Oud. It may be more familiar to you as oudh, or oudwood or aloewood or agarwood or Aquilaria but for the purpose of this post, I will be referring to it as oud. It is note that over the past ten years has been featured more and more frequently across designer, luxe and niche brands but what is it.
What is Oud?
Trees of the Aquillaria Genus can be found across Asia from India to China includig the Phillipines, Thailand and Indonesia. If an Aquillaria tree gets infected by a bacteria or fungus from a parasite it reacts by producing a resin. This resin protects the part of the tree that was under attack. The resin makes that part of the tree where it has been secreted harder and darker in colour. This dark hard part of the tree is the agarwood and is where the oud oil is extracted from. Oud has been used in Asia and the middle east for centruries for medicinal as well as adornment purposes.
What does oud smell like?
A molecule of oud oil is a complex thing. Depending on the age of the tree, where it grew, how it was extracted, stored and a whole variety of other factors oud can smell differently. From medicinal, almost herbacious, through amber and woody notes, there can be bitter and sour elements, ozonic animalic or even fecal. Fecal may not be a note that you think you want to smell of. In the hands of a master perfumer, however, you would be surprised at how good fecal can smell! The chemical structure of the terpenes and terpenoids can vary significanly which is why what you smell in the bottle, on your blotter and most imprtantl on your skin can vary so much.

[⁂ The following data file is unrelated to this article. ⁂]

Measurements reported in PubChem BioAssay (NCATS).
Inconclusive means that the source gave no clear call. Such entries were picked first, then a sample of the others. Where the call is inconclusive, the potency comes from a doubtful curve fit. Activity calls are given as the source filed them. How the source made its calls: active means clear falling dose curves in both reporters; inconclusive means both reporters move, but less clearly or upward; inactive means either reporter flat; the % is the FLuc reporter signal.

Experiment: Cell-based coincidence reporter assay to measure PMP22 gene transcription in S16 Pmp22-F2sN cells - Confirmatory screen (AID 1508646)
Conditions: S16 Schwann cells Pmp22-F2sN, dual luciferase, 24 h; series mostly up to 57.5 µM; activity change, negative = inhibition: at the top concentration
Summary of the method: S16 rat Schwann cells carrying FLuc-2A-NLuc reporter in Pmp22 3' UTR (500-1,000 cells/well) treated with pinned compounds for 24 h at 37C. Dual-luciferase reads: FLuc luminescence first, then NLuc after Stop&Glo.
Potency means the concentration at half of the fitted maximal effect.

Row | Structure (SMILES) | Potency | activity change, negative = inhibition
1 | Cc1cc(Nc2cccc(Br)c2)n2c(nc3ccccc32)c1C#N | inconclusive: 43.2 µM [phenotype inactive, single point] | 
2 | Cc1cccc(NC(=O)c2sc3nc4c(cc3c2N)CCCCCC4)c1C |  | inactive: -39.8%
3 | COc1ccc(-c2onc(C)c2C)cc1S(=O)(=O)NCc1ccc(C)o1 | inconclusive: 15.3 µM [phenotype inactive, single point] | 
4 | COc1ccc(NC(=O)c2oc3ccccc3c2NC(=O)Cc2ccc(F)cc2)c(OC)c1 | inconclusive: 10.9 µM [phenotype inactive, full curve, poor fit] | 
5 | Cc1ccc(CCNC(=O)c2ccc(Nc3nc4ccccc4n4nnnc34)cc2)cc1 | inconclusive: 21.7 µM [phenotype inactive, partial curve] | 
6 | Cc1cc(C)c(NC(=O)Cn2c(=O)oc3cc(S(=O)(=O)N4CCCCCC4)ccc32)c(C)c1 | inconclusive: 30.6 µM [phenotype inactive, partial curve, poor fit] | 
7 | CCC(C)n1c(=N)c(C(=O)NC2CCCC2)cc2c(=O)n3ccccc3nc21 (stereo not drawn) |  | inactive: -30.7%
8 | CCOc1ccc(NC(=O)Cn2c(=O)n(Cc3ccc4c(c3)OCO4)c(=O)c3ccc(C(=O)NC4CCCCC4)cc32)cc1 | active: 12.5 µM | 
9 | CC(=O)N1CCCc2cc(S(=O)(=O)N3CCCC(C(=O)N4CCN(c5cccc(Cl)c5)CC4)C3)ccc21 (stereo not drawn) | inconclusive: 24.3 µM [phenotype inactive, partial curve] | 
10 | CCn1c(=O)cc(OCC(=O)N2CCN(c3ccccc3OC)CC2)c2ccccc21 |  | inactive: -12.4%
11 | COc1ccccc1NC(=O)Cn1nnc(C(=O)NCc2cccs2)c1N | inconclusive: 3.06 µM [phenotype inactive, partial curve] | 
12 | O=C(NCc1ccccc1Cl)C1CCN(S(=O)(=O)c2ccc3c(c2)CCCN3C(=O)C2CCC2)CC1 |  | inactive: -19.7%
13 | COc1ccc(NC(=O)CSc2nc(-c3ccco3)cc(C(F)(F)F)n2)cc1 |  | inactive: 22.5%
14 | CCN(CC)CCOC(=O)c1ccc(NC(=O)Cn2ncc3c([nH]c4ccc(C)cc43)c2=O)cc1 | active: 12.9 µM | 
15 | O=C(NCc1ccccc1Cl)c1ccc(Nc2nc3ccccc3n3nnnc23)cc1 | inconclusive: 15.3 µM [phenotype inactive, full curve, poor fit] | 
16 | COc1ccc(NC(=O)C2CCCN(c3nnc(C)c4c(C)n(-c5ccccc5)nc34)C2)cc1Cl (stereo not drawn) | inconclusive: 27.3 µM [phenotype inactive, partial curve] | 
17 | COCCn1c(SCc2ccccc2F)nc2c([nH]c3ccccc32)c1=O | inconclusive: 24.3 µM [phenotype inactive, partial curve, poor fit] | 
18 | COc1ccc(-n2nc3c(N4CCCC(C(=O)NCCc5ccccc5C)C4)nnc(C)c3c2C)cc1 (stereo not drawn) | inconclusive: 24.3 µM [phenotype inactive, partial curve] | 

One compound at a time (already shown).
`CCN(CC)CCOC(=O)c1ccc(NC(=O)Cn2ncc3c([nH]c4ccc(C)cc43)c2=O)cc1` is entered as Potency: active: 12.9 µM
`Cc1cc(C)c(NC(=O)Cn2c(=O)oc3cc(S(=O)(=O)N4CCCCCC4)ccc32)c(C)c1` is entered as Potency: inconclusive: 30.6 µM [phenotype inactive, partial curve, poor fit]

As you know, I love fragrance. I’ve been trying to develop my nose and try fragrances that I don’t like. That is why you will see rose perfumes featured regularly here. Oud is another note that I I am currently learning to appreciate. It is a tricky one as I did not grow up in an oud household. It held no point of reference for me It does not remind me of a member of my familiar or a childhood haunt or a text book or a neighbourhood in London. As a Londoner I grew up with people who were from the middle east and for whom oud was normal, but it just did not register with my olfactory system. Which is why I have been developing my nose and the reason that I would really encourage you to do the same. It really does open up a world of possibility and by possibility I mean beautiful, glorious scents.
To date, I have sampled more than thirty oud fragrances in a variety of formats. Don’t tell anyone but I also have a spreadsheet which details which I like, which are meh and which are an oud too far. Over the next month or so, I will be taking you through my candle, fragrance and skincare picks.